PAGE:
Dr. Larry Gerlach, a respected professor of history at the University of Utah, has a ritual he goes through every Saturday during the football season.
He dons a Nebraska football jersey, red if the Cornhuskers are playing at home, white if they're on the road. Then he sits down and drinks his orange juice out of a special "Orange Bowl" glass. Later he has his coffee out of Nebraska red mug if the Huskers are at home or the white one if they're on the road. ("On occasion my wife has been known to make a terrible mistake and not give me my Nebraska coffee cup. And almost invariably the game doesn't go right that day," says Gerlach). Then he'll look for Nebraska's game somewhere on cable TV. If it's not being broadcast, he's been known to fly to Denver so he can watch the game - in the Denver airport.Such is the life of born-and-bred Nebraska fans.
You can talk about your Penn States, Oklahomas, and Alabamas, but there isn't another place like Nebraska.
For one thing there's nothing else in the state to compete with. The state is slightly larger than Utah, but Utah has four major colleges to choose from plus an NBA team.
"It's the only show in town," says Nebraska sports information director Tom Simons. "There's no competition, there's no pro team. And there's been heavy success on top of it over the years.
And how. Consider the following:
- With 26 straight winning seasons, the Cornhuskers can break the national record for most consecutive winning seasons this year. It's almost a given that they will.
- For 18 straight years Nebraska has finished in the top 10 of at least one of the major polls.
- The Cornhuskers have sold out an NCAA record 155 straight games, which may not seem like that many until you consider the streak dates clear back to 1962.
"Since it's the only major athletic endeavor in the state, everybody's part of the program," said Gerlach, who was born and raised in Lincoln. "There is a community cohesion there you don't find other places. Here, we're split so many ways."
Dave Blackwell, a local sportscaster on KISN-AM radio, worked in Nebraska for seven years, doing the color for the largest radio station in Omaha (there used to be four stations originating each game - now there's one).
"The thing I remember is the great devotion of the fans," he said. "The followers are fanatics, but they're not derisive like other fans. The rivalry with Oklahoma is real healthy. It really epitomizes what college football is all about."
Blackwell tells the story of a man with seats on the 50-yard-line who had a heart attack during a Nebraska football game. As the paramedics carried the man away, a fellow from another section called to the worried wife and asked, "Ma'am if he doesn't make it, can I have your seats?
The story may be apocryphal but it points out how valuable a Nebraska season ticket is.
Simons says there is a long waiting list for season tickets and very few turn over from year to year.
"Sometimes in divorce cases it's part of the settlement and when there's a death, tickets go in the will. Some of the conflicts over tickets end up in court," says Simons.
Years ago, Gerlach devoted a whole room in his house to Nebraska, but isn't able to any more due to the demands of a growing family. He still keeps all the memorabilia, however.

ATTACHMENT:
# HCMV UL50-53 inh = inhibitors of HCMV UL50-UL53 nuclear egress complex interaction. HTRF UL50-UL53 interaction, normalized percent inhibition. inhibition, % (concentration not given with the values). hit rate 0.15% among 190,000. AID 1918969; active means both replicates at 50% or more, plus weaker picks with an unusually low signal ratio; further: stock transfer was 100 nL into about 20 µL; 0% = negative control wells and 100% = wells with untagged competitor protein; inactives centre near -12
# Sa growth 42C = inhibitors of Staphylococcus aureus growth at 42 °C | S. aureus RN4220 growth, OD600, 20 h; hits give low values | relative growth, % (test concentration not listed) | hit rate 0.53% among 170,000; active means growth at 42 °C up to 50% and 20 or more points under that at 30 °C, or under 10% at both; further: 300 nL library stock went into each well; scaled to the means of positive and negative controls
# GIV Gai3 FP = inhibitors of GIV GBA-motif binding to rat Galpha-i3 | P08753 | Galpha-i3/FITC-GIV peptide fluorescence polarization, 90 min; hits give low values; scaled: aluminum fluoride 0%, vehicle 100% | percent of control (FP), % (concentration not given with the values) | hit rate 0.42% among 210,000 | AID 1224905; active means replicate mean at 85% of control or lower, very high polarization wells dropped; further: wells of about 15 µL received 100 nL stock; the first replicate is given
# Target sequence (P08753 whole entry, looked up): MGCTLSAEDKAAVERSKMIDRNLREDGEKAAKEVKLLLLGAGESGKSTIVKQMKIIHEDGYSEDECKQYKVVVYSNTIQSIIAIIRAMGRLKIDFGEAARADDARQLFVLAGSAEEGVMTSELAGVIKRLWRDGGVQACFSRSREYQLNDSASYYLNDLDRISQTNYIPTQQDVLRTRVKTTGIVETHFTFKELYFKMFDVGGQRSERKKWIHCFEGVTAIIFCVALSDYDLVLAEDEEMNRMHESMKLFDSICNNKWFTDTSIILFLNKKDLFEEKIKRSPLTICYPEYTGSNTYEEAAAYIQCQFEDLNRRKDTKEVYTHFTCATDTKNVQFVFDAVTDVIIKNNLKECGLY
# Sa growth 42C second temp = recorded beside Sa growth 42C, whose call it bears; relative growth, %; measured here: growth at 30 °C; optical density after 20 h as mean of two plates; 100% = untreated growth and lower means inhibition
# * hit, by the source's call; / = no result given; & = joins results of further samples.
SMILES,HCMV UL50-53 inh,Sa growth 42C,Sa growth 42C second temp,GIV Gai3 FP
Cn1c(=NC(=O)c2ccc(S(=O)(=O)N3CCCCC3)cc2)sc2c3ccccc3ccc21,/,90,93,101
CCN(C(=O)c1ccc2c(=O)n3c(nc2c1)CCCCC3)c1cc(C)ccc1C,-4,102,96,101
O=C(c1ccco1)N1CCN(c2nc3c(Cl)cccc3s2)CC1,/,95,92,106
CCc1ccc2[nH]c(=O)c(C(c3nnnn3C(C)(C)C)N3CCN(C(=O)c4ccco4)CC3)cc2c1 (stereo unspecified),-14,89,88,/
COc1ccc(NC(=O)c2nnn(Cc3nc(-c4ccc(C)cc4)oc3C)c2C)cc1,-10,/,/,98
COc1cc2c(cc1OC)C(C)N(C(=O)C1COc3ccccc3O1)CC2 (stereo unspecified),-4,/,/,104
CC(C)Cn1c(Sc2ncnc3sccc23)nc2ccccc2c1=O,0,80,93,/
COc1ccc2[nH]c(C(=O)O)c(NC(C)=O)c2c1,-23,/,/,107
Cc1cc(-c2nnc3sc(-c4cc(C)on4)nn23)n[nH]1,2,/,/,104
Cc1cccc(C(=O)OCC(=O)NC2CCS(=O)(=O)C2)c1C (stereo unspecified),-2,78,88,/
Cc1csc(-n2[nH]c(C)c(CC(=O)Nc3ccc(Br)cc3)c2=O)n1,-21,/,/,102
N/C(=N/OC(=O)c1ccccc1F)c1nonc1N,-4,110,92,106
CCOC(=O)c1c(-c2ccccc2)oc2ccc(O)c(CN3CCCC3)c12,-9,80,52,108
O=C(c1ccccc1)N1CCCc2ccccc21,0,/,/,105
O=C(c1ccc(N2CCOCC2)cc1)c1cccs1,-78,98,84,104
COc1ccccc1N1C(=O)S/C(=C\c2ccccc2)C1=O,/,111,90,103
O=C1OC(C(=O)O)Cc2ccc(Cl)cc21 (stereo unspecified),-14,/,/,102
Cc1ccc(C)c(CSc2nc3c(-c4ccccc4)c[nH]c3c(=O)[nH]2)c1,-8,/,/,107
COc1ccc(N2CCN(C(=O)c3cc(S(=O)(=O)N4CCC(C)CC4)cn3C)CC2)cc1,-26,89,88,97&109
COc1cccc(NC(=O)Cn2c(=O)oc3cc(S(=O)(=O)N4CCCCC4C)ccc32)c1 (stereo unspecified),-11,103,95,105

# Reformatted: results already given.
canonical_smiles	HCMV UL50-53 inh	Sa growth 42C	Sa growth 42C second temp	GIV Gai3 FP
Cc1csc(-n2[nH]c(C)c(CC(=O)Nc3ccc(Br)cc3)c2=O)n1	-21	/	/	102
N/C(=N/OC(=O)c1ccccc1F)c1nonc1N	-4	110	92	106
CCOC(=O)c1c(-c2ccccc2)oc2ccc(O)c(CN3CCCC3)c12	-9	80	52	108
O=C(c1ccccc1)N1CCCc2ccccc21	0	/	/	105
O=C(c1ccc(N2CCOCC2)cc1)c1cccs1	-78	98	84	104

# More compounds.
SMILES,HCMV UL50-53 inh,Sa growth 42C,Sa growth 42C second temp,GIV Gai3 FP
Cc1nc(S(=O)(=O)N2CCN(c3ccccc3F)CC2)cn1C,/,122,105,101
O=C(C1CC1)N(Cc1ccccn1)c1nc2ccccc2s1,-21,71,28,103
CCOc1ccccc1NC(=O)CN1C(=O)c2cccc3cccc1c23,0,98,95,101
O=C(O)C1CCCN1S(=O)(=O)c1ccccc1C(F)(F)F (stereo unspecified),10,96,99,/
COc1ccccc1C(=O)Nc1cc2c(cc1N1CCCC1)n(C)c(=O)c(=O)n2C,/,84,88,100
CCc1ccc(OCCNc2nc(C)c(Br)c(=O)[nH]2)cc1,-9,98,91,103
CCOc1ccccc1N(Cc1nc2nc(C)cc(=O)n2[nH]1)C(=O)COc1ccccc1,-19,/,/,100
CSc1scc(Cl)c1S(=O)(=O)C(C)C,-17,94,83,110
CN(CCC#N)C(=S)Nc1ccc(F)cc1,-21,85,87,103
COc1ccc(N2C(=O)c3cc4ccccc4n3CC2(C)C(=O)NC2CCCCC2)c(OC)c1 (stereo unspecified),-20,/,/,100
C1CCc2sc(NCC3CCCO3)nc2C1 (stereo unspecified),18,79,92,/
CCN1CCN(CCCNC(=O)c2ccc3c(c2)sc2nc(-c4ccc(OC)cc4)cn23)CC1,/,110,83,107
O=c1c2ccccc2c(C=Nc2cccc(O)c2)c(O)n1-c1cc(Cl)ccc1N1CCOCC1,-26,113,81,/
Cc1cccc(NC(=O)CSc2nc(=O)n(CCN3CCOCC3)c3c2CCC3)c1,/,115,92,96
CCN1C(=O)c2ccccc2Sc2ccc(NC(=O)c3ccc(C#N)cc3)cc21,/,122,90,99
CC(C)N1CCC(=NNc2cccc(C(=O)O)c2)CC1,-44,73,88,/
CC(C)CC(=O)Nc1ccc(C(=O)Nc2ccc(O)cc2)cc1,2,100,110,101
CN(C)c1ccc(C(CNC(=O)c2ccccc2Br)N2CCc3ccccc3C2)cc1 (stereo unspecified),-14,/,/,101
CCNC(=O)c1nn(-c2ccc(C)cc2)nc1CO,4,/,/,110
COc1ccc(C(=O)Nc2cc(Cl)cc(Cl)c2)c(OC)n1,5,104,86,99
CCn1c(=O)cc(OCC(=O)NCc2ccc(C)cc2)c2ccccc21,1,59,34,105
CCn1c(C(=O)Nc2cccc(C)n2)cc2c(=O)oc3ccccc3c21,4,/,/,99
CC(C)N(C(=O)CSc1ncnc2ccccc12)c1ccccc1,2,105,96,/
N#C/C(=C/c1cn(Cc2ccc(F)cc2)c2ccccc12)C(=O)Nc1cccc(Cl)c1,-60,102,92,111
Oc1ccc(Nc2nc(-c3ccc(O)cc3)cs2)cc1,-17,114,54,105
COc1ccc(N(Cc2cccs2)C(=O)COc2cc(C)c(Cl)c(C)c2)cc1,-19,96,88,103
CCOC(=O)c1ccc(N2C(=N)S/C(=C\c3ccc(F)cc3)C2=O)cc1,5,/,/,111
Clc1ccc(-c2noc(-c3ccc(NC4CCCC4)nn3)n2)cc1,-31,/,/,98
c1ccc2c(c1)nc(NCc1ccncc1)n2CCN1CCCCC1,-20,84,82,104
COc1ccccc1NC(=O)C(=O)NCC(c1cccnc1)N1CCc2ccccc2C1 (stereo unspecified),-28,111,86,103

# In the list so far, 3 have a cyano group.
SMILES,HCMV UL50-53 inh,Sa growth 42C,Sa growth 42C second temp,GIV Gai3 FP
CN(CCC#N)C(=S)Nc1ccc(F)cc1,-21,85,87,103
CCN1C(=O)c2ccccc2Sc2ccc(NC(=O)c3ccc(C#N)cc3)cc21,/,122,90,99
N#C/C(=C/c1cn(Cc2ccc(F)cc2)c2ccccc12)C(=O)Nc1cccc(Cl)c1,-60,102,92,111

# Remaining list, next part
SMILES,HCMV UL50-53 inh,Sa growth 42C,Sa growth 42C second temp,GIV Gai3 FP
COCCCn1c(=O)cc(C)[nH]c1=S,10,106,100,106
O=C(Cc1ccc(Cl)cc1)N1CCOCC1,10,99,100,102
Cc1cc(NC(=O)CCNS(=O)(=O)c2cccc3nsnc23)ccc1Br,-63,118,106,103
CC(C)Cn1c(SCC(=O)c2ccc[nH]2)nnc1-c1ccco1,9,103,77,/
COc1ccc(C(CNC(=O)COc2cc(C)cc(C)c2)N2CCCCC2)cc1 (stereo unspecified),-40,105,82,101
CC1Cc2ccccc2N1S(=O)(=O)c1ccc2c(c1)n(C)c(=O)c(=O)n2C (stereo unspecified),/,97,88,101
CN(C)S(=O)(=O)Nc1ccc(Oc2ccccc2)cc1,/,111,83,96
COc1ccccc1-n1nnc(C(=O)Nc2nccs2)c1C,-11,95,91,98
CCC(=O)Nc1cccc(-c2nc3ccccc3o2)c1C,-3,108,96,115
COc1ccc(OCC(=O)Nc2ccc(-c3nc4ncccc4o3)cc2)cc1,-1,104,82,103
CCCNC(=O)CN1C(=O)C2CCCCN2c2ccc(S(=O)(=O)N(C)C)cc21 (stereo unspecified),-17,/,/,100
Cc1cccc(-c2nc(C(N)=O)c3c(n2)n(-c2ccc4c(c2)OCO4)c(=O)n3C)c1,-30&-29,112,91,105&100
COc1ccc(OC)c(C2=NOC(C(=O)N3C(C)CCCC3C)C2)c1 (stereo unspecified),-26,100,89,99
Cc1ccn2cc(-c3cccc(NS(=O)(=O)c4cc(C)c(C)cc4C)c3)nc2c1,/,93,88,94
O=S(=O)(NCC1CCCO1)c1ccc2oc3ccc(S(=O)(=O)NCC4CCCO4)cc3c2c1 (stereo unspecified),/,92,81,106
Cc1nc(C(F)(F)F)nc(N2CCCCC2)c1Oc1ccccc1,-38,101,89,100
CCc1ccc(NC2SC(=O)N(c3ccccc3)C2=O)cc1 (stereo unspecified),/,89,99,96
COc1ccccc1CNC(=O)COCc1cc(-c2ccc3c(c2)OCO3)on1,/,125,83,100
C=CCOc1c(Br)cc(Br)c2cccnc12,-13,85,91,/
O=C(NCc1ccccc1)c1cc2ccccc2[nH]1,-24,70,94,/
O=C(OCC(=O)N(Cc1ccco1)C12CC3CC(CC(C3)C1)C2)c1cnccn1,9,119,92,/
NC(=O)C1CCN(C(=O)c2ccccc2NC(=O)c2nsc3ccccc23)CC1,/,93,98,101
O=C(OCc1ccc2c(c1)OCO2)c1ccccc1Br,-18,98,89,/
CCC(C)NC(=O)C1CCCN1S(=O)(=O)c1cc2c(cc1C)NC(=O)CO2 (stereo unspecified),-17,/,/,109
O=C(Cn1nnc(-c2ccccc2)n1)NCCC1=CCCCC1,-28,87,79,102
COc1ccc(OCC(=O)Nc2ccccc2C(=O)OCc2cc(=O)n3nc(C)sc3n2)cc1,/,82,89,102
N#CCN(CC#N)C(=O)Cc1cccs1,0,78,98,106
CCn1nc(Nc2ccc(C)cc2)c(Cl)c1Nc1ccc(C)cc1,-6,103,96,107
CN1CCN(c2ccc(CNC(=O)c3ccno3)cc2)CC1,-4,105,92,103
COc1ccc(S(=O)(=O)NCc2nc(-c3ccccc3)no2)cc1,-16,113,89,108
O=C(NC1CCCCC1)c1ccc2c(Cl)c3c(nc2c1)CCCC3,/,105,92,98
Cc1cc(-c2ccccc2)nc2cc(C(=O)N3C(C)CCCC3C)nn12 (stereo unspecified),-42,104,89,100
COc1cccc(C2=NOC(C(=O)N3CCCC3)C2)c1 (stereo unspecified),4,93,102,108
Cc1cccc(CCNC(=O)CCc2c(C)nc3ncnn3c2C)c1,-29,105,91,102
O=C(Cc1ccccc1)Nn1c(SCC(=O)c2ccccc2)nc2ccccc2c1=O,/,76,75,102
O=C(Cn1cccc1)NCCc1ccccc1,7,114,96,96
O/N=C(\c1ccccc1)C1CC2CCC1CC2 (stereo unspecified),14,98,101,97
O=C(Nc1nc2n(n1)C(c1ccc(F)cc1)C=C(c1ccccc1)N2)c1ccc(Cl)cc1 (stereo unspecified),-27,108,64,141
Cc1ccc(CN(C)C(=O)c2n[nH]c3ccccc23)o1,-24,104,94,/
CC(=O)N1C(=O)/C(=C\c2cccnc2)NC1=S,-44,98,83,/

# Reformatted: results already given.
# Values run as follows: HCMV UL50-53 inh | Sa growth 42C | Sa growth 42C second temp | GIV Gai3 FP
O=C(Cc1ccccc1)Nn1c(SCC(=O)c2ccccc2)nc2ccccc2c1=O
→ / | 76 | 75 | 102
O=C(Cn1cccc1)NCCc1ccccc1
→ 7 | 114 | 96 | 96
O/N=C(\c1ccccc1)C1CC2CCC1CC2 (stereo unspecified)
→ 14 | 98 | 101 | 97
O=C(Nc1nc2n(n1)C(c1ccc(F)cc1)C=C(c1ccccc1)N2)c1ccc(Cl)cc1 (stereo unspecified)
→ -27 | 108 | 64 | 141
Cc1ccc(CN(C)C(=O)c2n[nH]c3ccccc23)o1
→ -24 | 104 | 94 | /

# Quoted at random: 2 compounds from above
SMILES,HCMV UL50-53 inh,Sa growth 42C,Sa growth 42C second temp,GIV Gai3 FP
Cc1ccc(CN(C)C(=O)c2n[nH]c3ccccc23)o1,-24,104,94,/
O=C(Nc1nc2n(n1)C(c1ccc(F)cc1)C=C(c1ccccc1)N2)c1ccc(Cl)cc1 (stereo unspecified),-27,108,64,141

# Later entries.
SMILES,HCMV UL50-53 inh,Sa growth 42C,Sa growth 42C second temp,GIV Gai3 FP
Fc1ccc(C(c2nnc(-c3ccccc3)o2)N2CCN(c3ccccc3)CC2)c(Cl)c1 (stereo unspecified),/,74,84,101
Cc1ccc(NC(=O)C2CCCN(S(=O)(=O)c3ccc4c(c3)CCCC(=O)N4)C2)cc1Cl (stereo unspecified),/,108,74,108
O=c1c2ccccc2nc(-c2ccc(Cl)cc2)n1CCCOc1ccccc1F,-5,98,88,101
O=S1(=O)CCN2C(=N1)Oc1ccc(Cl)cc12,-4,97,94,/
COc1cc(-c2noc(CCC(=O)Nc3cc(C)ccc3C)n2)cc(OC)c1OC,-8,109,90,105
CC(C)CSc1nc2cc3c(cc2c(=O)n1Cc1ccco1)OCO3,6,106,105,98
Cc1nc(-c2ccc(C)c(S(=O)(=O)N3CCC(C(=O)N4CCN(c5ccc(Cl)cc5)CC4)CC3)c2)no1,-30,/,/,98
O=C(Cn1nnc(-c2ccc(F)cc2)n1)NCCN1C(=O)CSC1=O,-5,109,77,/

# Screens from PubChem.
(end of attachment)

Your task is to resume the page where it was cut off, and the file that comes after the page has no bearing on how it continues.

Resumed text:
When he can't find the game on the tube or can't afford to fly to Denver, Gerlach will try to catch Nebraska on the radio. He thought he had a sure thing a year ago when Utah State played there. But last year the Aggie games weren't broadcast in Salt Lake City. "I thought I was going to have a stroke," said Gerlach. Today he can find the game on KTKK (AM-630) radio.
Being the only major college in the state makes a difference for Nebraska. The top players in the state naturally go to the state school. This year's 97-man roster shows more than half (50) hailing from Nebraska. And nearly half of the starting lineup consists of Nebraska players.
"If you grow up in Nebraska, it's your duty to play for Nebraska," says Blackwell. "People are still upset about (Omaha native) Gale Sayers going to Kansas."
While Utah-grown players spread themselves among three Division I-A schools and a Division I-AA school and a Division II school, Nebraska's only competition comes from Nebraska-Omaha, a Division II school and Nebraska-Wesleyan, a Division III school.
Kids who play eight-man football in western Nebraska some 400 miles away, dream of someday playing for Nebraska and no one else. Many Nebraska kids walk on if they can't get a scholarship.
A game in Lincoln is different from your ordinary college football game. Utah State fans making their first visit to Lincoln last year found that out.
Fans, all dressed in red and white, start arriving at the game a good three hours before kickoff. An hour before the game, the stadium is already half full. The rest are probably just outside the stadium reveling in tailgate parties.
Once the game begins you are struck by how polite the fans are. Of course they are fanatical about cheering for their own side. But when the opposing team makes a good play, they'll applaud, much like an audience watching a good stage play. And they don't start streaming for the exits at the end of the third quarter even if the score is 60-0. After the game, many fans line the tunnel where the opponents run through, not to yell catcalls, but to applaud them. Of course it's easier to applaud an opponent who has just been beaten badly.
A friend of Blackwell's, Chuck Graham, who had 50-yard-line seats, got very sick one time. People he didn't even know would call to see how he was feeling. That's nice you might think, but Graham claims the real reason was that people were more concerned about getting his seats once he passed on.
Graham once told Blackwell, "I go through life and my only stamp is that I had Nebraska season tickets."
It's a stamp many Nebraska fans are proud to have. After all, there is only one Nebraska.